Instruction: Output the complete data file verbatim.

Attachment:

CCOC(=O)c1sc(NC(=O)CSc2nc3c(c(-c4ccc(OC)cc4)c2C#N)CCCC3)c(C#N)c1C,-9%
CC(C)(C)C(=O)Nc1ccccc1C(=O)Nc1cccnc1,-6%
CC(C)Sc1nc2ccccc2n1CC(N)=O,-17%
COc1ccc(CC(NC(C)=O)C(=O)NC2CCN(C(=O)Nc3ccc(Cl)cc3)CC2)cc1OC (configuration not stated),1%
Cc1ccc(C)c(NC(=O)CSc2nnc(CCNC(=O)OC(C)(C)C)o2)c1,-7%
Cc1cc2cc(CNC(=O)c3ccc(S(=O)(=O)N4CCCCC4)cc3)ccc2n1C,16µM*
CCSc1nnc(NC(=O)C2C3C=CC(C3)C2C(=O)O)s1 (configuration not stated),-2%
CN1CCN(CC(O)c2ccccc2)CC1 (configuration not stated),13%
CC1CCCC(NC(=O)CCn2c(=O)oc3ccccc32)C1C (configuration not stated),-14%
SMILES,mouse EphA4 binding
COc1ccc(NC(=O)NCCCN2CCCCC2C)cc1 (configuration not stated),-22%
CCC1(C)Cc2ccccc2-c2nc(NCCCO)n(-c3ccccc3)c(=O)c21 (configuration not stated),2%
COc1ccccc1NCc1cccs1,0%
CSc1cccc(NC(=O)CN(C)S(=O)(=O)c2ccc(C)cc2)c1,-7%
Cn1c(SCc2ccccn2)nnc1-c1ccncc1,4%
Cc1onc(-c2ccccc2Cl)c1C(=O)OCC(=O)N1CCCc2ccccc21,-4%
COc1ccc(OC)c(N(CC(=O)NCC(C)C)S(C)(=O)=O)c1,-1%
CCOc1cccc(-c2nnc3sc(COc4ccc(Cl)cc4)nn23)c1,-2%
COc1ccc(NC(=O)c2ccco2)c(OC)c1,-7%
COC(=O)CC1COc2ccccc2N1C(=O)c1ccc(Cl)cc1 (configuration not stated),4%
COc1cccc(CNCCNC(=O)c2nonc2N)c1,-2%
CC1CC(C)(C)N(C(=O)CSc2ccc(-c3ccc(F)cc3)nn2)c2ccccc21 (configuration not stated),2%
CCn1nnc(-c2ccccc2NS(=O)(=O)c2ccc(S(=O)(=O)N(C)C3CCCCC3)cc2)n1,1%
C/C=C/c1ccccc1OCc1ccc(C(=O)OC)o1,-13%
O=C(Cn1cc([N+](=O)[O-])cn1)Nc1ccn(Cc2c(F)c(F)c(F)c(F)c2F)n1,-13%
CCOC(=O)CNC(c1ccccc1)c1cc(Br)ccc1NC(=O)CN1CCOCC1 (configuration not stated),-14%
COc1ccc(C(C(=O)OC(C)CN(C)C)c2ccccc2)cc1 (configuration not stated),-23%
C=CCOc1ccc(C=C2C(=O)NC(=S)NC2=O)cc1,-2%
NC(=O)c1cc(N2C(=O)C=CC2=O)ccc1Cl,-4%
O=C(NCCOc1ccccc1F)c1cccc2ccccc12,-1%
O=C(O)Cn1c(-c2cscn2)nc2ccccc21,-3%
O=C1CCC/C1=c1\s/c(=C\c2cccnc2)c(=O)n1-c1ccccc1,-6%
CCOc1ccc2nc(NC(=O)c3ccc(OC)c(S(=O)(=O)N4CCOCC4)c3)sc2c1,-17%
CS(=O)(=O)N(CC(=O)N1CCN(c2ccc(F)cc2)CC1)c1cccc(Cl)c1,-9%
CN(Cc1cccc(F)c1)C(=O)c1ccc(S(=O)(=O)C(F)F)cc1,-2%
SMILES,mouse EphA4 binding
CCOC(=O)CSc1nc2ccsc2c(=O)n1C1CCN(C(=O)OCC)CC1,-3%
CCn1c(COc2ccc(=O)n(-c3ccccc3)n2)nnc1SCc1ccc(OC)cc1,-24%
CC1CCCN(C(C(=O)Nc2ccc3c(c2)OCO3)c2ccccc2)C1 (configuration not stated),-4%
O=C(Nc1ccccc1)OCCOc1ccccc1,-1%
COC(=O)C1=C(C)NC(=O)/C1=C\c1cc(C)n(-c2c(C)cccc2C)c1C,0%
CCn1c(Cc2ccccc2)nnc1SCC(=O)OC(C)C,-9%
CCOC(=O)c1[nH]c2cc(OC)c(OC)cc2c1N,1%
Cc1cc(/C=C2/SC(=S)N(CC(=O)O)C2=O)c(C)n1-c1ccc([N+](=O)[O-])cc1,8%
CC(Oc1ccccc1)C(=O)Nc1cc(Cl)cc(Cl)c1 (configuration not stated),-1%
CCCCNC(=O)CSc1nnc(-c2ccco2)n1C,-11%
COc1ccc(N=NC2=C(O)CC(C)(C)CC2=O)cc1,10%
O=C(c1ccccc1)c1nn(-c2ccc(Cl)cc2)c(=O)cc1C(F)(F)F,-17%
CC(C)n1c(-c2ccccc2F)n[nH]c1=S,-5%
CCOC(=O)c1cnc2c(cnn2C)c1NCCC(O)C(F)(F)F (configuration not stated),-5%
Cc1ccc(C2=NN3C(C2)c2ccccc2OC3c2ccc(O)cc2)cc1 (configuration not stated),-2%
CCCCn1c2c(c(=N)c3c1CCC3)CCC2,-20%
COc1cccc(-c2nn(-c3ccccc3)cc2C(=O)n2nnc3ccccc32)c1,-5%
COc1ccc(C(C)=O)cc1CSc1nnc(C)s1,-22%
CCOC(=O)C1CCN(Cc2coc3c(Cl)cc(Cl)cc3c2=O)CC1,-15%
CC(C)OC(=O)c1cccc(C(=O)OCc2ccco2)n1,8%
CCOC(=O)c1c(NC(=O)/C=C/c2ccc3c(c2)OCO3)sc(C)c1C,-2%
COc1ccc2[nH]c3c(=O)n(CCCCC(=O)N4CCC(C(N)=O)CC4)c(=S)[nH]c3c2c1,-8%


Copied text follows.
CCOC(=O)c1sc(NC(=O)CSc2nc3c(c(-c4ccc(OC)cc4)c2C#N)CCCC3)c(C#N)c1C,-9%
CC(C)(C)C(=O)Nc1ccccc1C(=O)Nc1cccnc1,-6%
CC(C)Sc1nc2ccccc2n1CC(N)=O,-17%
COc1ccc(CC(NC(C)=O)C(=O)NC2CCN(C(=O)Nc3ccc(Cl)cc3)CC2)cc1OC (configuration not stated),1%
Cc1ccc(C)c(NC(=O)CSc2nnc(CCNC(=O)OC(C)(C)C)o2)c1,-7%
Cc1cc2cc(CNC(=O)c3ccc(S(=O)(=O)N4CCCCC4)cc3)ccc2n1C,16µM*
CCSc1nnc(NC(=O)C2C3C=CC(C3)C2C(=O)O)s1 (configuration not stated),-2%
CN1CCN(CC(O)c2ccccc2)CC1 (configuration not stated),13%
CC1CCCC(NC(=O)CCn2c(=O)oc3ccccc32)C1C (configuration not stated),-14%
SMILES,mouse EphA4 binding
COc1ccc(NC(=O)NCCCN2CCCCC2C)cc1 (configuration not stated),-22%
CCC1(C)Cc2ccccc2-c2nc(NCCCO)n(-c3ccccc3)c(=O)c21 (configuration not stated),2%
COc1ccccc1NCc1cccs1,0%
CSc1cccc(NC(=O)CN(C)S(=O)(=O)c2ccc(C)cc2)c1,-7%
Cn1c(SCc2ccccn2)nnc1-c1ccncc1,4%
Cc1onc(-c2ccccc2Cl)c1C(=O)OCC(=O)N1CCCc2ccccc21,-4%
COc1ccc(OC)c(N(CC(=O)NCC(C)C)S(C)(=O)=O)c1,-1%
CCOc1cccc(-c2nnc3sc(COc4ccc(Cl)cc4)nn23)c1,-2%
COc1ccc(NC(=O)c2ccco2)c(OC)c1,-7%
COC(=O)CC1COc2ccccc2N1C(=O)c1ccc(Cl)cc1 (configuration not stated),4%
COc1cccc(CNCCNC(=O)c2nonc2N)c1,-2%
CC1CC(C)(C)N(C(=O)CSc2ccc(-c3ccc(F)cc3)nn2)c2ccccc21 (configuration not stated),2%
CCn1nnc(-c2ccccc2NS(=O)(=O)c2ccc(S(=O)(=O)N(C)C3CCCCC3)cc2)n1,1%
C/C=C/c1ccccc1OCc1ccc(C(=O)OC)o1,-13%
O=C(Cn1cc([N+](=O)[O-])cn1)Nc1ccn(Cc2c(F)c(F)c(F)c(F)c2F)n1,-13%
CCOC(=O)CNC(c1ccccc1)c1cc(Br)ccc1NC(=O)CN1CCOCC1 (configuration not stated),-14%
COc1ccc(C(C(=O)OC(C)CN(C)C)c2ccccc2)cc1 (configuration not stated),-23%
C=CCOc1ccc(C=C2C(=O)NC(=S)NC2=O)cc1,-2%
NC(=O)c1cc(N2C(=O)C=CC2=O)ccc1Cl,-4%
O=C(NCCOc1ccccc1F)c1cccc2ccccc12,-1%
O=C(O)Cn1c(-c2cscn2)nc2ccccc21,-3%
O=C1CCC/C1=c1\s/c(=C\c2cccnc2)c(=O)n1-c1ccccc1,-6%
CCOc1ccc2nc(NC(=O)c3ccc(OC)c(S(=O)(=O)N4CCOCC4)c3)sc2c1,-17%
CS(=O)(=O)N(CC(=O)N1CCN(c2ccc(F)cc2)CC1)c1cccc(Cl)c1,-9%
CN(Cc1cccc(F)c1)C(=O)c1ccc(S(=O)(=O)C(F)F)cc1,-2%
SMILES,mouse EphA4 binding
CCOC(=O)CSc1nc2ccsc2c(=O)n1C1CCN(C(=O)OCC)CC1,-3%
CCn1c(COc2ccc(=O)n(-c3ccccc3)n2)nnc1SCc1ccc(OC)cc1,-24%
CC1CCCN(C(C(=O)Nc2ccc3c(c2)OCO3)c2ccccc2)C1 (configuration not stated),-4%
O=C(Nc1ccccc1)OCCOc1ccccc1,-1%
COC(=O)C1=C(C)NC(=O)/C1=C\c1cc(C)n(-c2c(C)cccc2C)c1C,0%
CCn1c(Cc2ccccc2)nnc1SCC(=O)OC(C)C,-9%
CCOC(=O)c1[nH]c2cc(OC)c(OC)cc2c1N,1%
Cc1cc(/C=C2/SC(=S)N(CC(=O)O)C2=O)c(C)n1-c1ccc([N+](=O)[O-])cc1,8%
CC(Oc1ccccc1)C(=O)Nc1cc(Cl)cc(Cl)c1 (configuration not stated),-1%
CCCCNC(=O)CSc1nnc(-c2ccco2)n1C,-11%
COc1ccc(N=NC2=C(O)CC(C)(C)CC2=O)cc1,10%
O=C(c1ccccc1)c1nn(-c2ccc(Cl)cc2)c(=O)cc1C(F)(F)F,-17%
CC(C)n1c(-c2ccccc2F)n[nH]c1=S,-5%
CCOC(=O)c1cnc2c(cnn2C)c1NCCC(O)C(F)(F)F (configuration not stated),-5%
Cc1ccc(C2=NN3C(C2)c2ccccc2OC3c2ccc(O)cc2)cc1 (configuration not stated),-2%
CCCCn1c2c(c(=N)c3c1CCC3)CCC2,-20%
COc1cccc(-c2nn(-c3ccccc3)cc2C(=O)n2nnc3ccccc32)c1,-5%
COc1ccc(C(C)=O)cc1CSc1nnc(C)s1,-22%
CCOC(=O)C1CCN(Cc2coc3c(Cl)cc(Cl)cc3c2=O)CC1,-15%
CC(C)OC(=O)c1cccc(C(=O)OCc2ccco2)n1,8%
CCOC(=O)c1c(NC(=O)/C=C/c2ccc3c(c2)OCO3)sc(C)c1C,-2%
COc1ccc2[nH]c3c(=O)n(CCCCC(=O)N4CCC(C(N)=O)CC4)c(=S)[nH]c3c2c1,-8%